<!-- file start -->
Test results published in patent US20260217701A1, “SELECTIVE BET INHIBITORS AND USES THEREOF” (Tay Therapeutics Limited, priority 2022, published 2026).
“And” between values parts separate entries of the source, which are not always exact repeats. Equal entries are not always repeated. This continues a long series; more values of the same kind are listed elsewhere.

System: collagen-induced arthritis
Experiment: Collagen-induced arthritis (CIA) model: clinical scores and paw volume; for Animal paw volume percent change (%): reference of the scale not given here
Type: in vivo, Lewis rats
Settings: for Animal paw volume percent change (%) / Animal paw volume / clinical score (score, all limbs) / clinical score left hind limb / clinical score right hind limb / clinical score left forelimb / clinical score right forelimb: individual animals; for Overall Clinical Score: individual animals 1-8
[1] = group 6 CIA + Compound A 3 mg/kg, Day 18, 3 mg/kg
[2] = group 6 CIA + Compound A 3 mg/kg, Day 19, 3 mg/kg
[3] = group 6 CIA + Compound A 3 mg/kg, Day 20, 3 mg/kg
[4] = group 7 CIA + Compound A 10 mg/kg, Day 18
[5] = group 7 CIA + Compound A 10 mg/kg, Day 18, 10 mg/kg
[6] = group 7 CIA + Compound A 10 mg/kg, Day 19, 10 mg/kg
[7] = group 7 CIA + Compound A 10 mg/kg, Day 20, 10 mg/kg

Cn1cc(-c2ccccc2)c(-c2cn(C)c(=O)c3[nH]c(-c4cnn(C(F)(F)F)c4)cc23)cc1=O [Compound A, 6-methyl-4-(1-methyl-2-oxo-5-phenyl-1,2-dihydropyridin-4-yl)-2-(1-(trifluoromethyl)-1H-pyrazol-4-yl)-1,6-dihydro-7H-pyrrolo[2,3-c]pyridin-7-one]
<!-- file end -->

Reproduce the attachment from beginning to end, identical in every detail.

Test results published in patent US20260217701A1, “SELECTIVE BET INHIBITORS AND USES THEREOF” (Tay Therapeutics Limited, priority 2022, published 2026).
“And” between values parts separate entries of the source, which are not always exact repeats. Equal entries are not always repeated. This continues a long series; more values of the same kind are listed elsewhere.

System: collagen-induced arthritis
Experiment: Collagen-induced arthritis (CIA) model: clinical scores and paw volume; for Animal paw volume percent change (%): reference of the scale not given here
Type: in vivo, Lewis rats
Settings: for Animal paw volume percent change (%) / Animal paw volume / clinical score (score, all limbs) / clinical score left hind limb / clinical score right hind limb / clinical score left forelimb / clinical score right forelimb: individual animals; for Overall Clinical Score: individual animals 1-8
[1] = group 6 CIA + Compound A 3 mg/kg, Day 18, 3 mg/kg
[2] = group 6 CIA + Compound A 3 mg/kg, Day 19, 3 mg/kg
[3] = group 6 CIA + Compound A 3 mg/kg, Day 20, 3 mg/kg
[4] = group 7 CIA + Compound A 10 mg/kg, Day 18
[5] = group 7 CIA + Compound A 10 mg/kg, Day 18, 10 mg/kg
[6] = group 7 CIA + Compound A 10 mg/kg, Day 19, 10 mg/kg
[7] = group 7 CIA + Compound A 10 mg/kg, Day 20, 10 mg/kg

Cn1cc(-c2ccccc2)c(-c2cn(C)c(=O)c3[nH]c(-c4cnn(C(F)(F)F)c4)cc23)cc1=O [Compound A, 6-methyl-4-(1-methyl-2-oxo-5-phenyl-1,2-dihydropyridin-4-yl)-2-(1-(trifluoromethyl)-1H-pyrazol-4-yl)-1,6-dihydro-7H-pyrrolo[2,3-c]pyridin-7-one]